It is a principle of economics that undervalued money is exported from the country where it circulates, and overvalued money flows into the country where it is overvalued.



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The Dijssel-Bomb - By Eric Sprott and David Franklin (14/6/13) PDF Print E-mail
Eric Sprott and David Franklin   
Thursday, 13 June 2013 22:01

Sprottgroup.com

[FF Editorial: In April, we warned that by English Common Law, customers’ deposits are monies to be used by the banks in any manner at their absolute discretion because the customer is the creditor when he deposits any money with the banker and the said banker is the debtor. The ownersghip of the money is transferred to the banker, hence he is a debtor. The bank need only to refund the money when so demanded by the customer. However, if the bank is insolvent and bankrupted, the only recourse for the customer is that of an unsecured credit and he must join the queue in the bank liquidation and share in the left-over assets after secured creditors have been paid. So depositors monies are not safe! This legal principle has been in existence for over two hundred years. Depositors have been deluded by banking propaganda!] 

This past March, Jeroen Dijsselbloem, the head of the finance ministers of the eurozone, shocked the markets with seemingly off-the-cuff comments suggesting that the Cyprus banking solution will, "serve as a model for dealing with future banking crises."1 Depositors across Europe took a collective gasp of horror – could banks possibly confiscate depositors’ funds in a form of daylight robbery? Indeed they could, and last week the Bank for International Settlements (“BIS”), the Central Bank's Central Bank, published what we have referred to as 'the template'; a blueprint outlining the steps to handle the failure of a major bank and the conditions to be met before ‘bailing-in’ deposits.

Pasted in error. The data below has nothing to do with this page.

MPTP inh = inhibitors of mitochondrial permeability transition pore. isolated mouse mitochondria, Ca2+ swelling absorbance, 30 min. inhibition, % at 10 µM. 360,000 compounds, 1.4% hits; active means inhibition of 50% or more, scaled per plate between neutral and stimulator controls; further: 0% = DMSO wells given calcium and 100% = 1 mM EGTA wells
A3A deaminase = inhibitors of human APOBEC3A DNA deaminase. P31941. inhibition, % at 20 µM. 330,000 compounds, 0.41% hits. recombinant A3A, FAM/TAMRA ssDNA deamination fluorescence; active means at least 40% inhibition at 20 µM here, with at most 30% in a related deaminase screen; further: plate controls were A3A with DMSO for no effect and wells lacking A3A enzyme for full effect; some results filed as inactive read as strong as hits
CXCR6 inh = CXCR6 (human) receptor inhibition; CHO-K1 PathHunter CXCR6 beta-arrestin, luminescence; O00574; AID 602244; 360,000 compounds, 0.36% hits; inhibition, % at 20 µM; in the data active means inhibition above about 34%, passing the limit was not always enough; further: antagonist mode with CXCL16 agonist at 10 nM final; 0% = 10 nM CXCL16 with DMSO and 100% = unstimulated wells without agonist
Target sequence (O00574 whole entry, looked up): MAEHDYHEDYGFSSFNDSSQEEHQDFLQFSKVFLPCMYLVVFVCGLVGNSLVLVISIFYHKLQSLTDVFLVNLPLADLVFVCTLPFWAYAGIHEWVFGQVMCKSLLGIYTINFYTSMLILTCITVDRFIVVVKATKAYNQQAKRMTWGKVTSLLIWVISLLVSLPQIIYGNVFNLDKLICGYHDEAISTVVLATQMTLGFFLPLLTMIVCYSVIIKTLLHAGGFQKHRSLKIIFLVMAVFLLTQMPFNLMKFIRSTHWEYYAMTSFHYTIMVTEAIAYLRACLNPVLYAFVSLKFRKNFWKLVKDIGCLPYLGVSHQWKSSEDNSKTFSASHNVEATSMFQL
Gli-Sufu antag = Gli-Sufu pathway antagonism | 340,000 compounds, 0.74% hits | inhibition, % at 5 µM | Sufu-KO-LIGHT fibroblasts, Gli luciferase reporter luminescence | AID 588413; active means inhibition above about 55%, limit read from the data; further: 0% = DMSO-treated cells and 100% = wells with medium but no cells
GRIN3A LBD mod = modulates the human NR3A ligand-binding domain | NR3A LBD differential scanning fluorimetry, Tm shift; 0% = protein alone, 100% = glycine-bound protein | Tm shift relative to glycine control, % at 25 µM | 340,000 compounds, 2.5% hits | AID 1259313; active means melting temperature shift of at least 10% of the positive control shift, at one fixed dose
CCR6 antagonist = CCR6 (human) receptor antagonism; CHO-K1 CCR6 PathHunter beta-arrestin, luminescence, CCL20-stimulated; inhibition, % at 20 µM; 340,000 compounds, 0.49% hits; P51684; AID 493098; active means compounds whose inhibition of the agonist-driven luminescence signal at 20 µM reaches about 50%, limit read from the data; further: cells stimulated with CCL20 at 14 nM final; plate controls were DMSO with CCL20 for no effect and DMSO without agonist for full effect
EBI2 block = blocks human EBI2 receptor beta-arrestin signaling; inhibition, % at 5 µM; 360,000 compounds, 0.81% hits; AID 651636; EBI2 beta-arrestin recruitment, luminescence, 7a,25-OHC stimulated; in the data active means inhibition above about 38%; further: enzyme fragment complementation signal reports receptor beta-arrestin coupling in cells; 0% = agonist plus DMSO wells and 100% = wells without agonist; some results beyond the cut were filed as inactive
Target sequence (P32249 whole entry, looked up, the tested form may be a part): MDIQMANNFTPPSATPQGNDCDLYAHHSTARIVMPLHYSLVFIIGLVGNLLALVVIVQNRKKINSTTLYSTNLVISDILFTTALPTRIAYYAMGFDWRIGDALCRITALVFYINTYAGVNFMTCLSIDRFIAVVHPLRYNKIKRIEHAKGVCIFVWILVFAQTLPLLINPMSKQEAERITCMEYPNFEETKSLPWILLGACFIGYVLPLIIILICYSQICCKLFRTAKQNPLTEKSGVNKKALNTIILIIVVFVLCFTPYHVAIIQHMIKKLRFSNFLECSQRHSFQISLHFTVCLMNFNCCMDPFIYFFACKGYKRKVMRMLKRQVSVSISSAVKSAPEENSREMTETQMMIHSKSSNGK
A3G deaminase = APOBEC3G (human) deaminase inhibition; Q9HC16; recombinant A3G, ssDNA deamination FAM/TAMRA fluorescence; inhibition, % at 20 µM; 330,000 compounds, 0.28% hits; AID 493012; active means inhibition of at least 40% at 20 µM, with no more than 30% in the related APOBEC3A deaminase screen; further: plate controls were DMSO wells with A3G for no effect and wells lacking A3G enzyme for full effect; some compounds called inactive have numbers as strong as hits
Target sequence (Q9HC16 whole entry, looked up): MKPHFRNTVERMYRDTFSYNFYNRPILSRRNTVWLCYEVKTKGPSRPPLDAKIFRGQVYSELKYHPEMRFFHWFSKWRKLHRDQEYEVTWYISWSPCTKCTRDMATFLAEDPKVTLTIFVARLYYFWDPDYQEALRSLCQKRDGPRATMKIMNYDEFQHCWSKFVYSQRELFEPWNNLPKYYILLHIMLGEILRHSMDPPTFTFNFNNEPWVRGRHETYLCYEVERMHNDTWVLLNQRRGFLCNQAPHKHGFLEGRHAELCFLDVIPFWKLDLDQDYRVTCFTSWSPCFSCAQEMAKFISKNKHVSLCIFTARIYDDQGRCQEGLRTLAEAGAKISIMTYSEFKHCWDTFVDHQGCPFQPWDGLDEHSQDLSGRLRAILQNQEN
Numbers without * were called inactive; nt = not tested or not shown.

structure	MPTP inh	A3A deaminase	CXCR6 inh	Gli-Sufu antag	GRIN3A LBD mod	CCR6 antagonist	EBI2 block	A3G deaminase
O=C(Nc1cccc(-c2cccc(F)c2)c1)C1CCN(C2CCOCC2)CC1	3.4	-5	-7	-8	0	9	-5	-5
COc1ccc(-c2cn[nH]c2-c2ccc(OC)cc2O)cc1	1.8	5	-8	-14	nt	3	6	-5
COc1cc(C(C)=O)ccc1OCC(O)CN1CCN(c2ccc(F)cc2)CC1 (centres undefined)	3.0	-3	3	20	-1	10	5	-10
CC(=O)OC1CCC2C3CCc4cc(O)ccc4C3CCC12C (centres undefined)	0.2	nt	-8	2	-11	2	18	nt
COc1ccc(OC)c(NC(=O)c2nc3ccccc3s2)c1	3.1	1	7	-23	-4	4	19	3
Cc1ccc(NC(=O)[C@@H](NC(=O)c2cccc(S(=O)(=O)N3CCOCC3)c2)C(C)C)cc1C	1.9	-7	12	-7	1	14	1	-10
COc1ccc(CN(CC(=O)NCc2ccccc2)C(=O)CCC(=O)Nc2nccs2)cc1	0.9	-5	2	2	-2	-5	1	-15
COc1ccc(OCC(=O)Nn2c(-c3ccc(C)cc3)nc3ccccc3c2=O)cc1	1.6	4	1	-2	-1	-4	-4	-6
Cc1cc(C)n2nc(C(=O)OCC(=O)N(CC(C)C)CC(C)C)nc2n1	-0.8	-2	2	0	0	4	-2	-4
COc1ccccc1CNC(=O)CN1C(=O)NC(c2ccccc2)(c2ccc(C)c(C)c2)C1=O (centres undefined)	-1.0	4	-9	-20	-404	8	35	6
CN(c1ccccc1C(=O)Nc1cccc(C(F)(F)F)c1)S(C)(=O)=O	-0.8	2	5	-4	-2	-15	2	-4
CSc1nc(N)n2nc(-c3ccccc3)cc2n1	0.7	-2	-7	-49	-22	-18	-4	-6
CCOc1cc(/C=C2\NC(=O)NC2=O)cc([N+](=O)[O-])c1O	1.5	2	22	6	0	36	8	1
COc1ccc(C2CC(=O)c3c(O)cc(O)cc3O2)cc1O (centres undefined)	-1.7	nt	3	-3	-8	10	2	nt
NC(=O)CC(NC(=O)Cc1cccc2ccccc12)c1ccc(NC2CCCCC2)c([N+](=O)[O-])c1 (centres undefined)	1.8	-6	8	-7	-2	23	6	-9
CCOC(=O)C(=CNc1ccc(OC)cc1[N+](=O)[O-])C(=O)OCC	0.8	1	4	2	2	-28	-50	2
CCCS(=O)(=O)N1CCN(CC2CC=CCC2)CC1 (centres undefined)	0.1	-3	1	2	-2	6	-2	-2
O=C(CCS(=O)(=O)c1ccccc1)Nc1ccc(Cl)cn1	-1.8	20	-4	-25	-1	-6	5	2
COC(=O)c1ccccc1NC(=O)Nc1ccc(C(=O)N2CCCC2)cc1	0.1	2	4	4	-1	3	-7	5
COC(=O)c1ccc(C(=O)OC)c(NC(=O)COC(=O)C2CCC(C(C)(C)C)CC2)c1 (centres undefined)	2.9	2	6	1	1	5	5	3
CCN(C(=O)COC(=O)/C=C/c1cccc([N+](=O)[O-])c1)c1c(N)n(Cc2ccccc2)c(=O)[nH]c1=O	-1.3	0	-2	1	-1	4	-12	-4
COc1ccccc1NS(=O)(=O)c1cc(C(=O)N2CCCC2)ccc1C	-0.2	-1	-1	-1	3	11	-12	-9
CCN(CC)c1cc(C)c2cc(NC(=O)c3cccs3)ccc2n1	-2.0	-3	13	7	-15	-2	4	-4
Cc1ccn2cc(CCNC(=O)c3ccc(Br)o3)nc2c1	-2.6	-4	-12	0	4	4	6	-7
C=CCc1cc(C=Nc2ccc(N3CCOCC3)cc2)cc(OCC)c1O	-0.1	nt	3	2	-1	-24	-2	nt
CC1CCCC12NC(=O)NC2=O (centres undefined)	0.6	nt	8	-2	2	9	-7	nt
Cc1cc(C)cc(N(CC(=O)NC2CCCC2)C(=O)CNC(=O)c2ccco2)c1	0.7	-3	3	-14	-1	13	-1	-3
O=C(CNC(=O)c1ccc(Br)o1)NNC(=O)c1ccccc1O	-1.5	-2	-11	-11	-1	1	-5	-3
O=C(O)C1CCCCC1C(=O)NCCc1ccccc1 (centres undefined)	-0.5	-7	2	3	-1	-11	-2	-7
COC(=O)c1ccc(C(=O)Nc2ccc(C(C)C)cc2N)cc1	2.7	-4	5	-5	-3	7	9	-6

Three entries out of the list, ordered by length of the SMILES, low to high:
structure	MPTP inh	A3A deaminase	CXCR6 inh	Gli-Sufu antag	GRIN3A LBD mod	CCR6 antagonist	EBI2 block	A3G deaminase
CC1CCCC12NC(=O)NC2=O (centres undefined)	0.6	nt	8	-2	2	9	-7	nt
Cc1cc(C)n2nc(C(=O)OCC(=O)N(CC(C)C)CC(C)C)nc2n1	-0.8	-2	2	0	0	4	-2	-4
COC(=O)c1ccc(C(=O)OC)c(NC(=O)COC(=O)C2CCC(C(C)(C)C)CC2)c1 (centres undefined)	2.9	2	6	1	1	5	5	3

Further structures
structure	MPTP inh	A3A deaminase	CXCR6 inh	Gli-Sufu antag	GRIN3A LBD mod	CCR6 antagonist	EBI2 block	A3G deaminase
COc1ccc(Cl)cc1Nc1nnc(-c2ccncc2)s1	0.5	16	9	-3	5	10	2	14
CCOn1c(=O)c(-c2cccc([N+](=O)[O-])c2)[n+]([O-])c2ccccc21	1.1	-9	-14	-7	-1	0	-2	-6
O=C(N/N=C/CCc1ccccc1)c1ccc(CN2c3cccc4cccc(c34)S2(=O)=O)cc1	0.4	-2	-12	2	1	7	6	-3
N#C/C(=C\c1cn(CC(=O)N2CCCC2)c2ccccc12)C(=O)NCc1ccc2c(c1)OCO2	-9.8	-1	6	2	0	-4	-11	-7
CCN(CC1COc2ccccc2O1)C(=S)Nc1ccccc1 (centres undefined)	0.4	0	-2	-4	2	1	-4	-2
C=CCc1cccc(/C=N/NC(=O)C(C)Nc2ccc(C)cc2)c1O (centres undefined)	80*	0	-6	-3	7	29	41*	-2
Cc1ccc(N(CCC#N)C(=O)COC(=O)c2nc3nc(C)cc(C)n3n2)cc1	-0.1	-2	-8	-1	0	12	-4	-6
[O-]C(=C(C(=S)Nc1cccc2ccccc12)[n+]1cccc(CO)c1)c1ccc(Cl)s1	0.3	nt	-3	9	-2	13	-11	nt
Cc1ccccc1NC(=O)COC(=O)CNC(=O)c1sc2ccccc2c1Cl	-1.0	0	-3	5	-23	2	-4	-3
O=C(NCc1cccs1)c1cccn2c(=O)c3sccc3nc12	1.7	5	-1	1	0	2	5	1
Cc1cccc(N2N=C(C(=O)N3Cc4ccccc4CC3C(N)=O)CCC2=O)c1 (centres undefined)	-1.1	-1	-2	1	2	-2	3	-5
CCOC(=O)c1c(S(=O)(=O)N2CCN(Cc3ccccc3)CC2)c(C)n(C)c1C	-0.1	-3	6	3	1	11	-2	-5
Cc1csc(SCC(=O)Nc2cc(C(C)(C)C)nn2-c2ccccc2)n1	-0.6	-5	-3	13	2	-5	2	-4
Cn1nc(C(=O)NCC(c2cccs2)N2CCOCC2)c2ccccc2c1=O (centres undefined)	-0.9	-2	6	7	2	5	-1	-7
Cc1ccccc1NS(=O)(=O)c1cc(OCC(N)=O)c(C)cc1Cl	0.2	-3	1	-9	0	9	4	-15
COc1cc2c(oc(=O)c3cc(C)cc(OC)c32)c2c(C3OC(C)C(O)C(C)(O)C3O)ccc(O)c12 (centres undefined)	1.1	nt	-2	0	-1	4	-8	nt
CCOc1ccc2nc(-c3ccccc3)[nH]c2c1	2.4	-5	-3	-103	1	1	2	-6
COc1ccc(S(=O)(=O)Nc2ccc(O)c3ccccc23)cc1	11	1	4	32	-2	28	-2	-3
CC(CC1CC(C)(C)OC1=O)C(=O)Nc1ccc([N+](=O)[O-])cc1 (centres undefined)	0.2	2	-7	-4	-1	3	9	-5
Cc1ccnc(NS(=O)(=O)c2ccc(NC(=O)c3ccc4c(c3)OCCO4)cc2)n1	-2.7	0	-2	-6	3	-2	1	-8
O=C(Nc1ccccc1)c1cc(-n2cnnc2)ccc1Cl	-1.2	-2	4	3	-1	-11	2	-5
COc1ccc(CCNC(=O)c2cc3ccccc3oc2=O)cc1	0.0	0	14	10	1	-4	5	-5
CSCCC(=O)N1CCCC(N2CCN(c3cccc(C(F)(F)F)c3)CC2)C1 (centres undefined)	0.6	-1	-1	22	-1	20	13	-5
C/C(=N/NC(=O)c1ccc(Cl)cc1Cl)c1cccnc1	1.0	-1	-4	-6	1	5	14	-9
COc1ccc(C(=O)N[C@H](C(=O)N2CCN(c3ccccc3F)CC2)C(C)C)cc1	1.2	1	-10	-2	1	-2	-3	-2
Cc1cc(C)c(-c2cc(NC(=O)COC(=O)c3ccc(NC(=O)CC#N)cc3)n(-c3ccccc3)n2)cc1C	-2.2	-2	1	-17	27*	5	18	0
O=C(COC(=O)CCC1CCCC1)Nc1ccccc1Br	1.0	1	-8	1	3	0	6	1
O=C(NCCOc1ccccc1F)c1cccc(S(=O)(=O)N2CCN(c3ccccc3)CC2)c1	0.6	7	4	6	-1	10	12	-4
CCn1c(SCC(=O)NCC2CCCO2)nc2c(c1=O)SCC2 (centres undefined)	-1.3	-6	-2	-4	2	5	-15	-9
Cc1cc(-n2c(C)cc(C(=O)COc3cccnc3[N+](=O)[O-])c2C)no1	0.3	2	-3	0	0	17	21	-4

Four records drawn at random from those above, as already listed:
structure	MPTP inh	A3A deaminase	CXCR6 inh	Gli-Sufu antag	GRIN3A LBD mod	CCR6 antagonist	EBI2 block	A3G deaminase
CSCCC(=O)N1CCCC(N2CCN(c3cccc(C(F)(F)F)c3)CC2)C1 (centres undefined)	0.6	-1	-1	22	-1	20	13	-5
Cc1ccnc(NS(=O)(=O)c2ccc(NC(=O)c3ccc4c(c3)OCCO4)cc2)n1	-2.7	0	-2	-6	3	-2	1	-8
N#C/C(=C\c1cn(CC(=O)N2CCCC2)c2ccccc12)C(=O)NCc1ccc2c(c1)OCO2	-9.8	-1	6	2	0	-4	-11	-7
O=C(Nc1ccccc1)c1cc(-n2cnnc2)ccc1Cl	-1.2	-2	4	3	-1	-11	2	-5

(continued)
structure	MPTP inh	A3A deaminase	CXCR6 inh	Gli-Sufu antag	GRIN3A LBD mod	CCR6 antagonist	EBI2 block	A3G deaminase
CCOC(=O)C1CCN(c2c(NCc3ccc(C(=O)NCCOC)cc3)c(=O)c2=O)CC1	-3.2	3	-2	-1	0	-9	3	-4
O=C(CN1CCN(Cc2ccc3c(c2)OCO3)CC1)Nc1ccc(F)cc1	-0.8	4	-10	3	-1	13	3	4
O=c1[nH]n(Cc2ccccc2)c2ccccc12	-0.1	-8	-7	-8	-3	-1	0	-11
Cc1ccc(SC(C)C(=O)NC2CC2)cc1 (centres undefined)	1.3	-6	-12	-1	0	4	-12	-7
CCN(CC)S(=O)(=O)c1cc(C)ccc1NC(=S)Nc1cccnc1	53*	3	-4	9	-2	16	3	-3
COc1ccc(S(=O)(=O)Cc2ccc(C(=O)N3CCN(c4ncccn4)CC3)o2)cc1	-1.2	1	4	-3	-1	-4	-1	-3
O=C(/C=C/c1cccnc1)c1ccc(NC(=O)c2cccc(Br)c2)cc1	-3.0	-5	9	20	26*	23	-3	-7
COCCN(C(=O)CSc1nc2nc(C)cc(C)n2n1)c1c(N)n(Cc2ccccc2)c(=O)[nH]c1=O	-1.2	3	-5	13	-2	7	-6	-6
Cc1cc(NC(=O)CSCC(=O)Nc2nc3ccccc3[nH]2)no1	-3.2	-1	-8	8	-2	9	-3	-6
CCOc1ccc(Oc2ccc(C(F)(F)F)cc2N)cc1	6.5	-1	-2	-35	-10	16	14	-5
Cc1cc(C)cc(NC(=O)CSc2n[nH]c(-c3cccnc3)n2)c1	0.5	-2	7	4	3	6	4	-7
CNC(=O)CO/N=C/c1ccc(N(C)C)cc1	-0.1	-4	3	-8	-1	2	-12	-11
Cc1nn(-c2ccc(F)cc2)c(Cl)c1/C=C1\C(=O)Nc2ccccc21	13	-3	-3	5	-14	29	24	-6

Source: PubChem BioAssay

In their recently published paper "A Template For Recapitalising Too-Big-To-Fail Banks", authors Paul Melaschenko and Noel Reynolds argue for a “simple” mechanism to recapitalize failed banks without the use of taxpayers' money. They propose a process whereby a bank, if it reached the point of failure, could transfer ownership to a newly created holding company over a weekend and be recapitalized. The bank would then be sold, enabling the market to determine the ultimate losses to previous equity holders and creditors. And, yes, this scenario includes losses for depositors above a guaranteed limit. Presto! A new bank with a clean balance sheet, ready to receive liquidity support from the prevailing central bank, without the need for handouts, bailouts, TARP programs, or any other form of government assistance. Previous debt and equity holders and depositors of this failed bank would be left with an equity position in the new entity. This 'template' would ensure that "shareholders and uninsured private sector creditors (read: depositors and bond holders) of such banks, rather than taxpayers, bear the cost of resolution."2 While at the moment this framework is only outlined in a discussion paper, it confirms our suspicions. While the old template involved “bailing out” banks through the transfer of toxic assets from the corporate sector to the taxpayer, the new template calls for “bailing in”.



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Dollar At Risk? - By Axel Merk (13/6/13) PDF Print E-mail
Axel Merk   
Thursday, 13 June 2013 08:50